You’ll eventually notice the calm after the storm as your child’s begins to die down. Don’t jump in too quick just yet—provide plenty of time for him to quiet down and “make the first move.”
Once he’s calm and listening, acknowledge how he feels, and why. “It doesn’t feel good when I tell you what not to do, does it?” you can tell him as you hold him in an embrace. “You can be sad with me.” Let him vent—don’t punish him for the emotions he feels, even if the experience is unpleasant for you.
8. Express empathy, talk and teach
Express empathy by honoring the impulse (“Looks like you were trying to see what would happen if you pulled the cord.”) and describing the emotions he feels (“Seems like you got mad when we told you to stop.”) Simply holding him and chatting can be all that he needs for now.
Only when he’s able to think logically will you be able to discipline (“We don’t pull the cord because it’s dangerous. Let’s find something else you can pull.”).
Want to print the infographic? Download the printable PDF right here:
The importance of staying calm
Every child is different so this guide isn’t a comprehensive, one-size-fits-all solution. But this process has helped our toddler cope with tantrums.
Meanwhile, it’s important to stay calm. The more agitated we are, the worse they spiral down. It’s so easy to react and respond with anger at your kids when they’re driving your nuts. But here’s the thing: you need to hold your ground.
Tantrums scare our kids. If they can unnerve even you, if their own parents can’t help them through their toddler temper tantrums, then who will?
Besides, staying calm is more effective than yelling. Think about the last time you yelled versus when you stayed calm. No matter how difficult it was to keep the anger controlled, your child’s tantrum probably ended a whole lot faster than when you yelled.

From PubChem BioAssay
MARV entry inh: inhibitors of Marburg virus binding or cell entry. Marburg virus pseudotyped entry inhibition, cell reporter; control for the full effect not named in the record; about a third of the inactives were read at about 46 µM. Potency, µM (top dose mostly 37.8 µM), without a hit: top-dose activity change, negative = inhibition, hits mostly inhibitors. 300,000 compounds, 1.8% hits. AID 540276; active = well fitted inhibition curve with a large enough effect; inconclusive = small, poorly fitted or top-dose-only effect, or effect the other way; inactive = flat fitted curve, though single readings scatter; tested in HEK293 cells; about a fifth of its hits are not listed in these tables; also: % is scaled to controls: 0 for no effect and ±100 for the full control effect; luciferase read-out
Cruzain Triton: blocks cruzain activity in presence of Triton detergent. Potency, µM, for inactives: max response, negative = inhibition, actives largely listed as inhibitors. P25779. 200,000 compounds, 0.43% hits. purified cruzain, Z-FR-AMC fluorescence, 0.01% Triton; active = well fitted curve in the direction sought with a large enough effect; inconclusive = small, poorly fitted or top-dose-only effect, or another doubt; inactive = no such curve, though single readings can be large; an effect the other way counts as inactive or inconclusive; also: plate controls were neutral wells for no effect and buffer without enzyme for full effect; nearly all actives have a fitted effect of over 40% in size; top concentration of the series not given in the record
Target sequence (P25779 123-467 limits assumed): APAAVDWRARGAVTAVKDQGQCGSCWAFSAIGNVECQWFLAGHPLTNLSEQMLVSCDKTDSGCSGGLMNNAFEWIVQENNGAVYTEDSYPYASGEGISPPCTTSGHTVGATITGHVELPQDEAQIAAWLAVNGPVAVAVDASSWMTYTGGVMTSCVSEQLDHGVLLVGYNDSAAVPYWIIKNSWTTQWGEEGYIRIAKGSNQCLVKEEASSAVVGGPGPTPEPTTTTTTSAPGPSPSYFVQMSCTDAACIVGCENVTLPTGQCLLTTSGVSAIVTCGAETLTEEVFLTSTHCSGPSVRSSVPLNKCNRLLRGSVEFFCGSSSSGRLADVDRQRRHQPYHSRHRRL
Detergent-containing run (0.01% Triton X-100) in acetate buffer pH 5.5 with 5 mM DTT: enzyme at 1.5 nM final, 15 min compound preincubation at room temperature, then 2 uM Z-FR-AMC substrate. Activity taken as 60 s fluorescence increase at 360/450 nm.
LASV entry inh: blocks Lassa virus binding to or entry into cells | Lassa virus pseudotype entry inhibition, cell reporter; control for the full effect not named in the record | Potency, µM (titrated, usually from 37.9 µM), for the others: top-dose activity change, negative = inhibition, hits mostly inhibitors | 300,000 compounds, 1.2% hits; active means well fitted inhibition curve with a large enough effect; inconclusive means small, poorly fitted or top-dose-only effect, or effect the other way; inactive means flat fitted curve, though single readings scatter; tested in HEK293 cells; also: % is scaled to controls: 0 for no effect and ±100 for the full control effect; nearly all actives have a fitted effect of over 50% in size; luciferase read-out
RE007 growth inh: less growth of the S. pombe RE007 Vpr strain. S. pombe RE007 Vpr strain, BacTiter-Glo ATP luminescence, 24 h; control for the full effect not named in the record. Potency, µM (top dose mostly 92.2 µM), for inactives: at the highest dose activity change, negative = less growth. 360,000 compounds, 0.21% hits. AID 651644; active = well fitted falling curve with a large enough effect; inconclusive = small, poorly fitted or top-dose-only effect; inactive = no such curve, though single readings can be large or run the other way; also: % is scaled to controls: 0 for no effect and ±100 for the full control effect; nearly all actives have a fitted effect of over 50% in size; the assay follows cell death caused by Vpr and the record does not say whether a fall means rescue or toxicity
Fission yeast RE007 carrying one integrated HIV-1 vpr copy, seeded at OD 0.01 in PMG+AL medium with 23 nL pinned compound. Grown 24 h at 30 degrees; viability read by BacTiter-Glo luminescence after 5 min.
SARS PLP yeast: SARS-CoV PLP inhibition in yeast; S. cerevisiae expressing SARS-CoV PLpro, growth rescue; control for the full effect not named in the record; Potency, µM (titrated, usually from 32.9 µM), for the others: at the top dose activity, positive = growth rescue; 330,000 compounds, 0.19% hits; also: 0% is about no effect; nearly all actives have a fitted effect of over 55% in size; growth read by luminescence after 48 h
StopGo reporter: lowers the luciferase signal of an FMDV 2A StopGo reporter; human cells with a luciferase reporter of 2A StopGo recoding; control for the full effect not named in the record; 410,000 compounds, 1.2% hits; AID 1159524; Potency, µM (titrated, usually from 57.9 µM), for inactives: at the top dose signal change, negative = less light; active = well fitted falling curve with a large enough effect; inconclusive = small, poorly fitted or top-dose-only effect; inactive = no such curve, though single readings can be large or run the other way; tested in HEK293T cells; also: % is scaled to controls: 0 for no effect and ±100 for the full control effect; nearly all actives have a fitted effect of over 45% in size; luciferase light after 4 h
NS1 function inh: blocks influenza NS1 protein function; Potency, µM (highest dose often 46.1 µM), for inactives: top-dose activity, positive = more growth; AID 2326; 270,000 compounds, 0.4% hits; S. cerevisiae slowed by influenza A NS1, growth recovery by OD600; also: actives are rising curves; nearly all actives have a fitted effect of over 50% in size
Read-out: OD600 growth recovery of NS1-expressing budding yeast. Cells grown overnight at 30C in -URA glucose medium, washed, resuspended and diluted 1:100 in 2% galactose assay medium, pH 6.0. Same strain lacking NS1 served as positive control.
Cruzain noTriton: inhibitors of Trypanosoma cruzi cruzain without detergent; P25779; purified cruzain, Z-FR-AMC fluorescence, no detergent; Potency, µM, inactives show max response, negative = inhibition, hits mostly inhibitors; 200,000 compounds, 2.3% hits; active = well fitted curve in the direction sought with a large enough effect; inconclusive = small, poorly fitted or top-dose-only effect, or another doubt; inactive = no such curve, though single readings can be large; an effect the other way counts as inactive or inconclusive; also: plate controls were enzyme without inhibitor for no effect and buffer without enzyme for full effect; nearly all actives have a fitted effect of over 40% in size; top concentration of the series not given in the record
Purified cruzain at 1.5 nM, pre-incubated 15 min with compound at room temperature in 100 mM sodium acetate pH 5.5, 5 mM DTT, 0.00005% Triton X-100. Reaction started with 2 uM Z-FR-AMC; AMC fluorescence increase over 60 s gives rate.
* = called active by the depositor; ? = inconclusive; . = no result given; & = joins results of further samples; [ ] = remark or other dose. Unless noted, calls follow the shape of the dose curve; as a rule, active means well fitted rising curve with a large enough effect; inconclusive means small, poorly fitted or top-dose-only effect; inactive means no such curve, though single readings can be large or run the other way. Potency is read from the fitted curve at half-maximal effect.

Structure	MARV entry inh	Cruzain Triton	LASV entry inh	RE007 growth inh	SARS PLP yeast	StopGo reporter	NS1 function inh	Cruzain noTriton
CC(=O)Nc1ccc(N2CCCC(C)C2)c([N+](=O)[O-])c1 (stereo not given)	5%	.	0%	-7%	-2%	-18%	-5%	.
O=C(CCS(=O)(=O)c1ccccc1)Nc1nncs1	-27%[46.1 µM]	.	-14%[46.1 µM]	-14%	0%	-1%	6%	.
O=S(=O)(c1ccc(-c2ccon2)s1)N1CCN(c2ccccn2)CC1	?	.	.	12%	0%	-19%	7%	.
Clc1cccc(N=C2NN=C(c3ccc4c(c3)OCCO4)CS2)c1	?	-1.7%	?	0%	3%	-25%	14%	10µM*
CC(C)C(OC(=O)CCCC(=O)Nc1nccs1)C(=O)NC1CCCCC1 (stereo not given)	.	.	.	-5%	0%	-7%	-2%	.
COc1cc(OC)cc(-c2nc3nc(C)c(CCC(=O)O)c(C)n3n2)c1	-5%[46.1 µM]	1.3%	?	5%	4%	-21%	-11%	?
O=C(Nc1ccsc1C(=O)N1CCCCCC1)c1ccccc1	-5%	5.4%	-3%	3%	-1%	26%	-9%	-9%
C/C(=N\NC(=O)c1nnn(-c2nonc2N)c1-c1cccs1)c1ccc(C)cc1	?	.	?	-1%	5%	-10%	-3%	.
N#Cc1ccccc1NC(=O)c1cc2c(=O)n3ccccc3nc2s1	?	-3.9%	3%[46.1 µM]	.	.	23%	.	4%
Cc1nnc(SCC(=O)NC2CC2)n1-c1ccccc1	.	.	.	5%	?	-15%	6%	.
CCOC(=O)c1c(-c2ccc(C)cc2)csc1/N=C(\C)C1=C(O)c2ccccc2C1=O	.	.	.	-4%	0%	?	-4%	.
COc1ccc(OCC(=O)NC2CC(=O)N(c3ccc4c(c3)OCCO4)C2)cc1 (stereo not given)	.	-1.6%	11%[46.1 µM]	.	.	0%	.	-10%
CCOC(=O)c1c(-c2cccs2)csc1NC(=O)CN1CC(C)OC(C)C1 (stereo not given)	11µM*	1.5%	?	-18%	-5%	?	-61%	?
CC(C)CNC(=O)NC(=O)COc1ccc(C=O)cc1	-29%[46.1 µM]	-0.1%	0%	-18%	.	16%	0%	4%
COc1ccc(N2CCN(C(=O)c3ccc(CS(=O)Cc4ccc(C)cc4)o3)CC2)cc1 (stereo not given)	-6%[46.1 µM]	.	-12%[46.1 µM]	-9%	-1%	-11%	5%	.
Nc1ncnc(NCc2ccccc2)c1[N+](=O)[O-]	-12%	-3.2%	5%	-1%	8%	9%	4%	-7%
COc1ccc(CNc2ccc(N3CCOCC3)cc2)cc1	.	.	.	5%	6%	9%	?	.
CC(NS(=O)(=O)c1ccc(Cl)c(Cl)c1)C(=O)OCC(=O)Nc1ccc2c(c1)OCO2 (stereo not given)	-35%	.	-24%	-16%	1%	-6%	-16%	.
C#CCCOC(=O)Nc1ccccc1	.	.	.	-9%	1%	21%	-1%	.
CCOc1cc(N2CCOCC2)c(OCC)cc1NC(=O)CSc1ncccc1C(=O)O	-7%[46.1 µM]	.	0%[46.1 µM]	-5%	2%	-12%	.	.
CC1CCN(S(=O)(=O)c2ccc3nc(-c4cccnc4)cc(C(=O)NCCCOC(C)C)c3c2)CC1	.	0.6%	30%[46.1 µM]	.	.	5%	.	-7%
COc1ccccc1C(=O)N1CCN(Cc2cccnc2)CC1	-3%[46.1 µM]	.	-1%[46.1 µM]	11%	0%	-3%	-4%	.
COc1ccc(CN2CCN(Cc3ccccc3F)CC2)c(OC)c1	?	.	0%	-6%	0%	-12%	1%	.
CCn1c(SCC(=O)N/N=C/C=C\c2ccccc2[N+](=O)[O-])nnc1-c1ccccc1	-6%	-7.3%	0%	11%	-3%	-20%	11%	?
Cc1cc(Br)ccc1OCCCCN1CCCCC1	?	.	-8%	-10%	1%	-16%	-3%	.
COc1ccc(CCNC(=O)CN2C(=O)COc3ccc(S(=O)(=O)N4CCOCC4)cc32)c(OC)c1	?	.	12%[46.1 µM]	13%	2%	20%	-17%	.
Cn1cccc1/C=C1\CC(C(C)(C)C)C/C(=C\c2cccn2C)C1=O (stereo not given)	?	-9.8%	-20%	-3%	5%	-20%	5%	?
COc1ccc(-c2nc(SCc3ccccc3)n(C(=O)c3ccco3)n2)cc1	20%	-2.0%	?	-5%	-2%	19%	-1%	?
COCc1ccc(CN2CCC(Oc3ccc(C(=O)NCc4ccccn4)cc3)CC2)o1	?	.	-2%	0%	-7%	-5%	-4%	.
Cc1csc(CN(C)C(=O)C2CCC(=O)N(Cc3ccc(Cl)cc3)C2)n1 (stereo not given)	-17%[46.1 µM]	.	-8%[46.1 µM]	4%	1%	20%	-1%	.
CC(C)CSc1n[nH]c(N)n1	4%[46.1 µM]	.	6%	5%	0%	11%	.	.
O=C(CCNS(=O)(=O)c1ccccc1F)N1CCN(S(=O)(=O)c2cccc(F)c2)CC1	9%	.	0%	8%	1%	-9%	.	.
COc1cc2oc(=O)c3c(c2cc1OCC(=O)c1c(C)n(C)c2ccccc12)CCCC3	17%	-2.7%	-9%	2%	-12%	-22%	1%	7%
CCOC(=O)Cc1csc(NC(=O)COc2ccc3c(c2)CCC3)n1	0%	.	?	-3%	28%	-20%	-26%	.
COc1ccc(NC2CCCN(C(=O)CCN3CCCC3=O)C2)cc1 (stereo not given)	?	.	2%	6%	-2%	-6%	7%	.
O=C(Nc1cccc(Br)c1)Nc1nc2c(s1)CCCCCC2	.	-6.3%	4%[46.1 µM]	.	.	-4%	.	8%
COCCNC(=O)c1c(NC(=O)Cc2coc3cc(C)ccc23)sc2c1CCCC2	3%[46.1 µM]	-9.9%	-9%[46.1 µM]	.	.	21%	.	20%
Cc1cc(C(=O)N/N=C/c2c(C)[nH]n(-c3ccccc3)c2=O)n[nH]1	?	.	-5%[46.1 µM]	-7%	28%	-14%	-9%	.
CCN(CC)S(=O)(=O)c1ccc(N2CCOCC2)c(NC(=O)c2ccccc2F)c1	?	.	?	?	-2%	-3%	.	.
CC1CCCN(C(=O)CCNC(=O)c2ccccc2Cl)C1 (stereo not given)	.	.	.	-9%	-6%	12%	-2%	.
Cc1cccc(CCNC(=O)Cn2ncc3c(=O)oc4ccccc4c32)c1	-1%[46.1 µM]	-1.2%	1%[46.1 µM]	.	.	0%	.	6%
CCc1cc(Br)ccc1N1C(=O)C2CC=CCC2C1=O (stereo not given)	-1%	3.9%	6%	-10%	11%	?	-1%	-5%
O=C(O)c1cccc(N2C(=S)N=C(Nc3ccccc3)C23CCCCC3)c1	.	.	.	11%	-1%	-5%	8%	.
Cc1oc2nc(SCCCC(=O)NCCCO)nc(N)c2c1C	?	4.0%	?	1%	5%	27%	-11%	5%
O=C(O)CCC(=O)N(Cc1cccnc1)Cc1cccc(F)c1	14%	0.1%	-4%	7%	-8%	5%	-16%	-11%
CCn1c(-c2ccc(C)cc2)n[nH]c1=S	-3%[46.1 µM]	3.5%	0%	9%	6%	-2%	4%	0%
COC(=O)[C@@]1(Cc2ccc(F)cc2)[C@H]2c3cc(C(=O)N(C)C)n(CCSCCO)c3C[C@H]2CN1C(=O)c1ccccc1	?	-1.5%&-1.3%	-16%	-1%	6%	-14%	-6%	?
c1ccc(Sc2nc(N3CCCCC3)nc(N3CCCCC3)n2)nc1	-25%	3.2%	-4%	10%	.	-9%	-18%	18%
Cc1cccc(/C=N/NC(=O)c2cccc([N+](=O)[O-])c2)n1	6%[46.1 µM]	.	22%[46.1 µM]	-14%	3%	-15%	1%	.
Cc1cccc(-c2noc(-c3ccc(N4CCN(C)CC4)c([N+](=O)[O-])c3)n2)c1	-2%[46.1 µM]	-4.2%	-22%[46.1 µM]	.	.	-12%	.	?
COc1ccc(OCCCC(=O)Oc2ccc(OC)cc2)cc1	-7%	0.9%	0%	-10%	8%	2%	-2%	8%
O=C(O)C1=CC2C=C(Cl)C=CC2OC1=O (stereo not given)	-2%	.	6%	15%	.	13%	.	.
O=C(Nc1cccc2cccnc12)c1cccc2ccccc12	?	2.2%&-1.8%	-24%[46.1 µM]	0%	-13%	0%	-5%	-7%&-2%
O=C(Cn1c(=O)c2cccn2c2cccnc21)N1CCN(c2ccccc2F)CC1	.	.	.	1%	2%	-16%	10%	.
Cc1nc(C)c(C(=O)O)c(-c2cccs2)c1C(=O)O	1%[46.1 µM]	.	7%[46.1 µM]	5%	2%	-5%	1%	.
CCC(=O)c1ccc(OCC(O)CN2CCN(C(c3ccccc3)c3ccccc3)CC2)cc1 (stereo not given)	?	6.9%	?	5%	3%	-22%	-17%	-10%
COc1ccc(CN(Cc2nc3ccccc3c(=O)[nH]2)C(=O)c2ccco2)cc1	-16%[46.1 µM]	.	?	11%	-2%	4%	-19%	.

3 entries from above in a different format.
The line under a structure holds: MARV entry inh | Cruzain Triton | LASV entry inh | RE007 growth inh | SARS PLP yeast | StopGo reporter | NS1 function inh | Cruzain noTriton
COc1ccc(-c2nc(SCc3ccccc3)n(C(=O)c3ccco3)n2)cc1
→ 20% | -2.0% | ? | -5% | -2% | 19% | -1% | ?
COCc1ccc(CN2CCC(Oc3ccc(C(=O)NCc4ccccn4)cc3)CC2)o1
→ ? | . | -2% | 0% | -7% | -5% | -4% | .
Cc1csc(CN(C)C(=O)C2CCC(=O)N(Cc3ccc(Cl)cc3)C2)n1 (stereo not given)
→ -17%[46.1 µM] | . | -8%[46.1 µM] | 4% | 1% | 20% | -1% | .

You’re not encouraging misbehavior by staying calm or giving them a time-in. Or when you let them cool off while you stay nearby. They won’t jump on the couch the next day thinking, “Well, mom hugged me yesterday when I jumped on the couch. So I’m going to do it again today.”
So long as you give them attention when they behave, they won’t equate misbehavior as the only way to get it.
The biggest lesson I learned? Kids need our unconditional love. It’s easy to shower them with attention when they’re happy and pleasant. But we withhold our love when they’re “being bad.”
They’re sorting through new emotions and don’t understand why we’ mean during tantrums. When we lose our temper, yell or get upset, they might think we love them only when they’re happy. They learn that certain emotions can seem “bad” in their parents’ eyes.
This isn’t to say that their behavior is acceptable. Wanting to eat the dog’s food or dump a bucket of water onto the floor isn’t allowed. Establish limits and stick to it.
But you’re still on their side. So while their actions and behavior may not be good, your kids always are. And they need to know and feel that.
I may just be jinxing myself again here and end up with another tantrum the minute I publish this article. But I’ve been happy with the way we’ve handled his recent outbursts. Hopefully you’ll find the guide just as useful should you have a toddler throwing a tantrum.
p.s. Check out When Miles Got Mad by Sam Kurtzman-Counter to provide much-needed comfort as your child learns to regulate his emotions:
Get more tips about kids having tantrums:
- Do You Know What to Do when Your Child Acts Out in Public?
- 7 Proven Strategies to Handle Bedtime Tantrums
- Small Habits to Improve Your Parenting
- Toddler Routines: How to Structure Your Day
- 7 Simple (But Genius!) Ways to Stop Diaper Change Tantrums
Struggling with what exactly you should do when your child throws a tantrum? Join my newsletter and get my quick guide to help you figure out what to do when tantrums strike. Download it below—at no cost to you: